PRODUCT LIFECYCLE MANAGEMENT
PLM Becoming More
Capable of Working with
Supply and Demand
Since the advent of product
lifecycle management, the
methodology has had the
vision of managing the entire
lifecycle of a product. PLM
software, however, hasn’t
come as far as the methodology advocates. But as vendors
keep pushing the envelope,
PLM solutions are becoming
more capable of harmonizing
activities beyond product
design. PLM’s involvement in
the supply and demand chain
is an area worth significant
attention in the years to come
—Kurt (Yu) Chen, research analyst at
Technology Evaluation Centers
here are different angles to the advancement of PLM solutions
in the supply and demand domain. From the perspective of
functionality coverage, PLM continues to expand its footprint to
pre- and post-design processes. In the meantime, PLM has also
become a more mature platform for cross-function product collaboration.
PLM is expanding both upstream and downstream from the core areas
where it originated. In the upstream direction, main PLM vendors keep adding
functionality modules to their solution portfolios. These capabilities include
ideation, requirements management, system engineering, portfolio management, and so on. Such functionality allows professionals that focus on capturing and analyzing market demands—and optimizing offerings to meet these
demands—to perform their tasks based on a common data model that can be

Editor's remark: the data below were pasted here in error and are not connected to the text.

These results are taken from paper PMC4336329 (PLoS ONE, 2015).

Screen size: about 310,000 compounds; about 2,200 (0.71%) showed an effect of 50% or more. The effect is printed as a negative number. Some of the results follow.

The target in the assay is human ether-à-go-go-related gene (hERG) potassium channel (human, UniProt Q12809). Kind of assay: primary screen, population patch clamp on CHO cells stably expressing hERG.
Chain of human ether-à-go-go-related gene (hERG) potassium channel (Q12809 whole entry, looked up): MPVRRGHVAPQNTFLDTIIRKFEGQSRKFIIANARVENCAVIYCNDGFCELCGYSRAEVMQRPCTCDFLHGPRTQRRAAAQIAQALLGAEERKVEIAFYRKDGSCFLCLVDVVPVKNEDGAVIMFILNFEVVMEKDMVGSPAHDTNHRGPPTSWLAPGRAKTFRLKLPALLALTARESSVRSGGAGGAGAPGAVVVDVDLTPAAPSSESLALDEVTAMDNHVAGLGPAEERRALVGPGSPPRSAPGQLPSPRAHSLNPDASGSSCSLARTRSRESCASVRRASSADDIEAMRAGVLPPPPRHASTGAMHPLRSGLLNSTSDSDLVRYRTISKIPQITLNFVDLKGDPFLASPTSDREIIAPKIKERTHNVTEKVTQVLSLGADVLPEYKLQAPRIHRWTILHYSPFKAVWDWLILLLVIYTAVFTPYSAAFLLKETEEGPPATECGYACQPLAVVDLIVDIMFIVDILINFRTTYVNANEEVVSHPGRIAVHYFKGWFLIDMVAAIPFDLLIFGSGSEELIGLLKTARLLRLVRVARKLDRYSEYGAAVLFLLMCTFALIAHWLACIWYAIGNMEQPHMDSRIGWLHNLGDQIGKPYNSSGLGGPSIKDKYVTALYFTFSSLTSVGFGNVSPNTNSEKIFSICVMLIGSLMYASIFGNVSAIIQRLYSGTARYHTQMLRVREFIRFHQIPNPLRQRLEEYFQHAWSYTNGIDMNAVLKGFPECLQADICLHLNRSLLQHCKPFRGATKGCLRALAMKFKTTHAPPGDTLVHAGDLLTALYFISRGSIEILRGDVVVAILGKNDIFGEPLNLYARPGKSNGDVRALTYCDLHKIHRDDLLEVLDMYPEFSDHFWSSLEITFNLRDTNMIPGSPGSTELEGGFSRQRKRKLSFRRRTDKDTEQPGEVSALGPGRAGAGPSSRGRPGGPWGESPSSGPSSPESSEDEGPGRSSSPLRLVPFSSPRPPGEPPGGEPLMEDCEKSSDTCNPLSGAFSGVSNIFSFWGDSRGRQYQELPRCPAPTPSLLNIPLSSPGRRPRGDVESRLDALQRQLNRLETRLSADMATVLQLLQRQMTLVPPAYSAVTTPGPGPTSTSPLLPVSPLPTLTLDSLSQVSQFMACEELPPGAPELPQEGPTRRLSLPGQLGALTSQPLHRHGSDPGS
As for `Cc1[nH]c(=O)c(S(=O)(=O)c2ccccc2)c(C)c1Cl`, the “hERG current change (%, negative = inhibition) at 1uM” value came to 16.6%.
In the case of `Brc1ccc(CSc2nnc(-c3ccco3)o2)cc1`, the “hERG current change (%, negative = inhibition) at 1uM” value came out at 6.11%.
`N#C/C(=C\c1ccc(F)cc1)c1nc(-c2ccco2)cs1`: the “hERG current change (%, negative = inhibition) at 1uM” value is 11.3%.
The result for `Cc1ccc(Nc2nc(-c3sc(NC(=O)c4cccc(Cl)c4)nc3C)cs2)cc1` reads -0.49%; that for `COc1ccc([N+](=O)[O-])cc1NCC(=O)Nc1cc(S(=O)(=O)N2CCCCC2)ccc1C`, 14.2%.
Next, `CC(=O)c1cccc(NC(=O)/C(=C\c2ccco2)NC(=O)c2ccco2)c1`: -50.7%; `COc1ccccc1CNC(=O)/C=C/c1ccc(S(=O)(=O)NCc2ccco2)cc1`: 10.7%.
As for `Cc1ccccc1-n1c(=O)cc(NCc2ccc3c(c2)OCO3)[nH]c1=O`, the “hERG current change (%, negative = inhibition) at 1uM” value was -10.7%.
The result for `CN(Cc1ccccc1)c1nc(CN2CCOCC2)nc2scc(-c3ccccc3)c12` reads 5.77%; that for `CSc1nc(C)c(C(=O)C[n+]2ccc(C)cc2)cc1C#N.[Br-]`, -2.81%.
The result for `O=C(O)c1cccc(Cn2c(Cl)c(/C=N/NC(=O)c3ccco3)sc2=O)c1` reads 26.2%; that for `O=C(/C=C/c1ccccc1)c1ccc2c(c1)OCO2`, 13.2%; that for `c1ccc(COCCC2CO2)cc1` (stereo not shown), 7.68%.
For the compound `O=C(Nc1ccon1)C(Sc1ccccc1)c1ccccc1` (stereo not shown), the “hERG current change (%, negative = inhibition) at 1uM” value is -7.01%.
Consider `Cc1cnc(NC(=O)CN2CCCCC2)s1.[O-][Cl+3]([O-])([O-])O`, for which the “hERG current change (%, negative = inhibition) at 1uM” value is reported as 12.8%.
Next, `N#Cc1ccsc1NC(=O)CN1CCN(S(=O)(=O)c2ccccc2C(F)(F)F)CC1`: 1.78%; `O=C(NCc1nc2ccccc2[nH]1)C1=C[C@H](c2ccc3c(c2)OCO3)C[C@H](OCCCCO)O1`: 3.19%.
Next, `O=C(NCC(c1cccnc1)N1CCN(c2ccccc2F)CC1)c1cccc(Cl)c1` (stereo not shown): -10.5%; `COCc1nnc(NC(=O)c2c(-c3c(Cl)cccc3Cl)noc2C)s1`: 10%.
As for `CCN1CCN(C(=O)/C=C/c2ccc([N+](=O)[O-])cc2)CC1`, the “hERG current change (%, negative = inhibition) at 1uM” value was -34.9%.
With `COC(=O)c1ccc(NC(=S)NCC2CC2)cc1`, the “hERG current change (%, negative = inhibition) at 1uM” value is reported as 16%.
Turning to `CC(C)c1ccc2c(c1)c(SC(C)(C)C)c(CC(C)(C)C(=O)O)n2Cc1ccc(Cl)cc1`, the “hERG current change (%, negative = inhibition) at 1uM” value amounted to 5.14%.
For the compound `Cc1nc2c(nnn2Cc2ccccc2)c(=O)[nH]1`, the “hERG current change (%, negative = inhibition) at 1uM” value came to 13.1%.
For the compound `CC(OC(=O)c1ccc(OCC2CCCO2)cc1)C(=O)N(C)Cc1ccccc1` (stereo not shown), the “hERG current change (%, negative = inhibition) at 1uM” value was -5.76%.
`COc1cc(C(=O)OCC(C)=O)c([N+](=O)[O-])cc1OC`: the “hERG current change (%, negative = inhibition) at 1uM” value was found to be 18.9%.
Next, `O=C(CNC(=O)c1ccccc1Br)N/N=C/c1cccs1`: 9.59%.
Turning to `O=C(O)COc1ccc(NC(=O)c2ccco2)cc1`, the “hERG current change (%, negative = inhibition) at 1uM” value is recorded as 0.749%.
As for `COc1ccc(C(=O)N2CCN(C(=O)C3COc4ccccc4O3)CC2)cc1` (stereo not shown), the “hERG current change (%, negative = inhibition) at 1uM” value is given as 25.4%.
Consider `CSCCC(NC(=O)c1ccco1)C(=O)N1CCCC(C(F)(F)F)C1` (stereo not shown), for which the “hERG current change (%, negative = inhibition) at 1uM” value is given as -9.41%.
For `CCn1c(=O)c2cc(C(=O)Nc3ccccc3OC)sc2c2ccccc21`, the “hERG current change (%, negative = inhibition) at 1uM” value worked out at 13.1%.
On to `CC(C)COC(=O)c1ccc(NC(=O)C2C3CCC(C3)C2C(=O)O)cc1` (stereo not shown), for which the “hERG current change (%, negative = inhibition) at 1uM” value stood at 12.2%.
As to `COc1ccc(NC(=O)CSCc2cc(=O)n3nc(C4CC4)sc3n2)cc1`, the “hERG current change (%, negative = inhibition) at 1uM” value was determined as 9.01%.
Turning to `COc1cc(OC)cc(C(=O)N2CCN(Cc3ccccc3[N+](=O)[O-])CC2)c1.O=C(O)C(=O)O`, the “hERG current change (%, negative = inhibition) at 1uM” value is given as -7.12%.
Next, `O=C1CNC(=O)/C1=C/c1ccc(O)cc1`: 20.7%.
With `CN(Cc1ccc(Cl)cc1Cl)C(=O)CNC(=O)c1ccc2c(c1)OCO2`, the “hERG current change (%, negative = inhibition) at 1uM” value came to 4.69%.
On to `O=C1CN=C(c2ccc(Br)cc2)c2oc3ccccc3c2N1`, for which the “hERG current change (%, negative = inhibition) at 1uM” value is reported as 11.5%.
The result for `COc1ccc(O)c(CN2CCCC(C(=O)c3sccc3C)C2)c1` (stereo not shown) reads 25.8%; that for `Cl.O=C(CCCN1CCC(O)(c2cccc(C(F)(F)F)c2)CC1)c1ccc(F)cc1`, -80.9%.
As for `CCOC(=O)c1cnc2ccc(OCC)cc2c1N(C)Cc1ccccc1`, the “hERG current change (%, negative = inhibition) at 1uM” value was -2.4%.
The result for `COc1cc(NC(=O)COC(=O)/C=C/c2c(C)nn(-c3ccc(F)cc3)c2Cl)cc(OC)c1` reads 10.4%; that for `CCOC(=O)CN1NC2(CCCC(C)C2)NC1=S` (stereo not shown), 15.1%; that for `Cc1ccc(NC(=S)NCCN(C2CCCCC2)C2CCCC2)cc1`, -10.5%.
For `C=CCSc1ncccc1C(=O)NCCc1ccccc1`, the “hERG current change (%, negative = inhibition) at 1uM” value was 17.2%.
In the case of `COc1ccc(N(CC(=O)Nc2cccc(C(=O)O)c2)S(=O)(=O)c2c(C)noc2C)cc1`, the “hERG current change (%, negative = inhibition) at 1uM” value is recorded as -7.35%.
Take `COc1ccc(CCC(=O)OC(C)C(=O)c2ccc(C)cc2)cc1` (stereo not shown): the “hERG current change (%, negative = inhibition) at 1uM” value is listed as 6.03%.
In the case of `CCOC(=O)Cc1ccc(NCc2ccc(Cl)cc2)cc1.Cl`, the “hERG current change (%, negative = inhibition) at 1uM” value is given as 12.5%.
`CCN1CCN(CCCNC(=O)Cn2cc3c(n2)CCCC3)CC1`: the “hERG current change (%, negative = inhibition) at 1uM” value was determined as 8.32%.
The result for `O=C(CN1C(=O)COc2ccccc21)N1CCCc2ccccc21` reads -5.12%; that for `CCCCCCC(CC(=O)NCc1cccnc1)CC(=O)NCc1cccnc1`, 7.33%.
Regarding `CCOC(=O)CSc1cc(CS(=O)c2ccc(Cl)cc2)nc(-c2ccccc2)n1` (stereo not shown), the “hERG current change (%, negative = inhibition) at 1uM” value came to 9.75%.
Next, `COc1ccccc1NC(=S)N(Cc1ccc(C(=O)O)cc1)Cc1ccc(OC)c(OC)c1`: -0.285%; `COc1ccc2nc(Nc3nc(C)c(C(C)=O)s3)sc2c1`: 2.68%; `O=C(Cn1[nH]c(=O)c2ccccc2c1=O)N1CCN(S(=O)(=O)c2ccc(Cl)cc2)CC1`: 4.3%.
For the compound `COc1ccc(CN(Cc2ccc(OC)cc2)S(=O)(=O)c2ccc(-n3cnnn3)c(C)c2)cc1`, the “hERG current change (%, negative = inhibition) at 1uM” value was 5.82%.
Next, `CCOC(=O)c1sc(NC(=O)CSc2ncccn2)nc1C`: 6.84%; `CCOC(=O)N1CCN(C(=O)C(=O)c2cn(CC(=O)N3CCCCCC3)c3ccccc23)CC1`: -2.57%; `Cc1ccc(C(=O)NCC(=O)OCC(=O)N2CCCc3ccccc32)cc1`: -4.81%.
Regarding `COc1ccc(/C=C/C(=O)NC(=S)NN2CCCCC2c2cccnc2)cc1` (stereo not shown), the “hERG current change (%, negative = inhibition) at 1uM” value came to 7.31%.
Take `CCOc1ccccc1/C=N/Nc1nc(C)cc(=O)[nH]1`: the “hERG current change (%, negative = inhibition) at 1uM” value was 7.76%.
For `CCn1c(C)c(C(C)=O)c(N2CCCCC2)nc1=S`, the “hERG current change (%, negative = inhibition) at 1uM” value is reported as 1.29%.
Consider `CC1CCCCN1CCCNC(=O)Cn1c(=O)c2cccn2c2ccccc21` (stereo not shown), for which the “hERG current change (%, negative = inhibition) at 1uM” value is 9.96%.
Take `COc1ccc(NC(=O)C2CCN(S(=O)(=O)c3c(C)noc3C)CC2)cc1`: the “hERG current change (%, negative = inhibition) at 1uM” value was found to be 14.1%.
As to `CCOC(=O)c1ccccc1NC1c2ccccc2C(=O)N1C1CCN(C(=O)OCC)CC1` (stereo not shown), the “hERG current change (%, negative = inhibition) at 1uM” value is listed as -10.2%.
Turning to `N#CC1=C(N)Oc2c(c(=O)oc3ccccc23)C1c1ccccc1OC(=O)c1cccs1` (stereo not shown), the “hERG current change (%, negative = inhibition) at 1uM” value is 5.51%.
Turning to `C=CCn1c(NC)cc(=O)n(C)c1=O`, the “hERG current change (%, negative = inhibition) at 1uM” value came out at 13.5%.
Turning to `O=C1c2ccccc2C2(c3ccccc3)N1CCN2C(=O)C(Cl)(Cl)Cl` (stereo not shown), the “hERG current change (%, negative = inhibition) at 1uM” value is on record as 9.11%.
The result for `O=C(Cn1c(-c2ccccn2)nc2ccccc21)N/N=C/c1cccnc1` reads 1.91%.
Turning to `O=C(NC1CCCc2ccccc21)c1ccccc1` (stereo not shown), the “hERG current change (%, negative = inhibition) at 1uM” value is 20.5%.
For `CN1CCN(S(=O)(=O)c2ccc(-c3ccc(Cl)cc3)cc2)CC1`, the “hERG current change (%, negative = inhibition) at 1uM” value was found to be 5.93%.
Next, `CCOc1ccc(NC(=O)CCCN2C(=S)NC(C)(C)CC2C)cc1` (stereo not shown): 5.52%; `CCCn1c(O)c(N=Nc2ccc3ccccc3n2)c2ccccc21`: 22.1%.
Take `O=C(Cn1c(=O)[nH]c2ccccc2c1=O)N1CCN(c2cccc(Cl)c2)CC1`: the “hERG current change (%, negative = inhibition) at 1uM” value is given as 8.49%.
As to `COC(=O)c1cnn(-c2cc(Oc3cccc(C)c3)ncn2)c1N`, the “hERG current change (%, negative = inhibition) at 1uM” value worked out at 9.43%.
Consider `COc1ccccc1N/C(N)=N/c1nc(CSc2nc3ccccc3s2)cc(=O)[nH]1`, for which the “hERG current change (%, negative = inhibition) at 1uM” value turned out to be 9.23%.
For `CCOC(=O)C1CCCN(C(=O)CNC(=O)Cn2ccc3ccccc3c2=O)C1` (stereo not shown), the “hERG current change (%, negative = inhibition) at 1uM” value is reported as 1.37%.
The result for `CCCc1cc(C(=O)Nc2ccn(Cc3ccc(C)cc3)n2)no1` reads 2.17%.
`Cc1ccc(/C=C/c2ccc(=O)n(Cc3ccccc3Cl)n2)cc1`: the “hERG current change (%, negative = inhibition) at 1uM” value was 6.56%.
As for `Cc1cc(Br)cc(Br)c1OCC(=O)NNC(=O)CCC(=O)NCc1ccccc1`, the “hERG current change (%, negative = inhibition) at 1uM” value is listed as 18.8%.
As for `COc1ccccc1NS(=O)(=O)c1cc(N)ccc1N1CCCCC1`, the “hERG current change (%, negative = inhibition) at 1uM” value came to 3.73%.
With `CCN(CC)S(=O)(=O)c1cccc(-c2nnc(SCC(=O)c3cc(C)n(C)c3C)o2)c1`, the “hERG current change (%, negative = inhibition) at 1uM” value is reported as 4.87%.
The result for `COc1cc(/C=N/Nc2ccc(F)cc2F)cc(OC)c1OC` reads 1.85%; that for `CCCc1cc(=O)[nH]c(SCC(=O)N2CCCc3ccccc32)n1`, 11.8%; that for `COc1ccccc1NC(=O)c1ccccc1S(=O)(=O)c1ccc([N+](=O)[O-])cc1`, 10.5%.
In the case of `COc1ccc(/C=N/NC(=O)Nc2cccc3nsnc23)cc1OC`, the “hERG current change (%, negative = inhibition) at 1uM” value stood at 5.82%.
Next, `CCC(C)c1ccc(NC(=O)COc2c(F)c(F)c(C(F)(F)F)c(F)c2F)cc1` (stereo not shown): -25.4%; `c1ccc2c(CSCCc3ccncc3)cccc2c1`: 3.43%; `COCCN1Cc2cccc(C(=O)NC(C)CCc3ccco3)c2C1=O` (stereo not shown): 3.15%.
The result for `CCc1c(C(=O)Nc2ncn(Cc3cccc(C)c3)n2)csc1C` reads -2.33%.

shared and reused in subsequent activities.
On the downstream side, the fusion between product development and sourcing is becoming the new norm for PLM solutions. In industries such as fashion,
consumer packaged goods and retail, supply chain collaboration is now a prerequisite for a competitive PLM solution. In addition, PLM is expanding toward the
ability to manage the configuration of physical products (or production variances),
in order to streamline design, quotation, building and servicing activities.
Today’s PLM application is not only capable of doing more but also strives to
perform tasks better than its predecessors. A number of emerging technologies
have been injected into PLM applications:
• Web 2.0—PLM vendors are adopting Web 2.0 technologies to facilitate infor-
mal communications within organizations, as well as to gather and distribute prod-
uct knowledge from and among external parties.
• Search—The significance of stronger search capabilities in a PLM setting is
that product definition information is further unlocked in order to be available
whenever it is needed.
• CAD visibility and interoperability—In the near future, supply and demand
professionals can expect inexpensive CAD tools that have everything —and just
Collaboration in the supply and demand chain will be better catered to
when it is powered by PLM and plugged into a holistic product collaboration platform.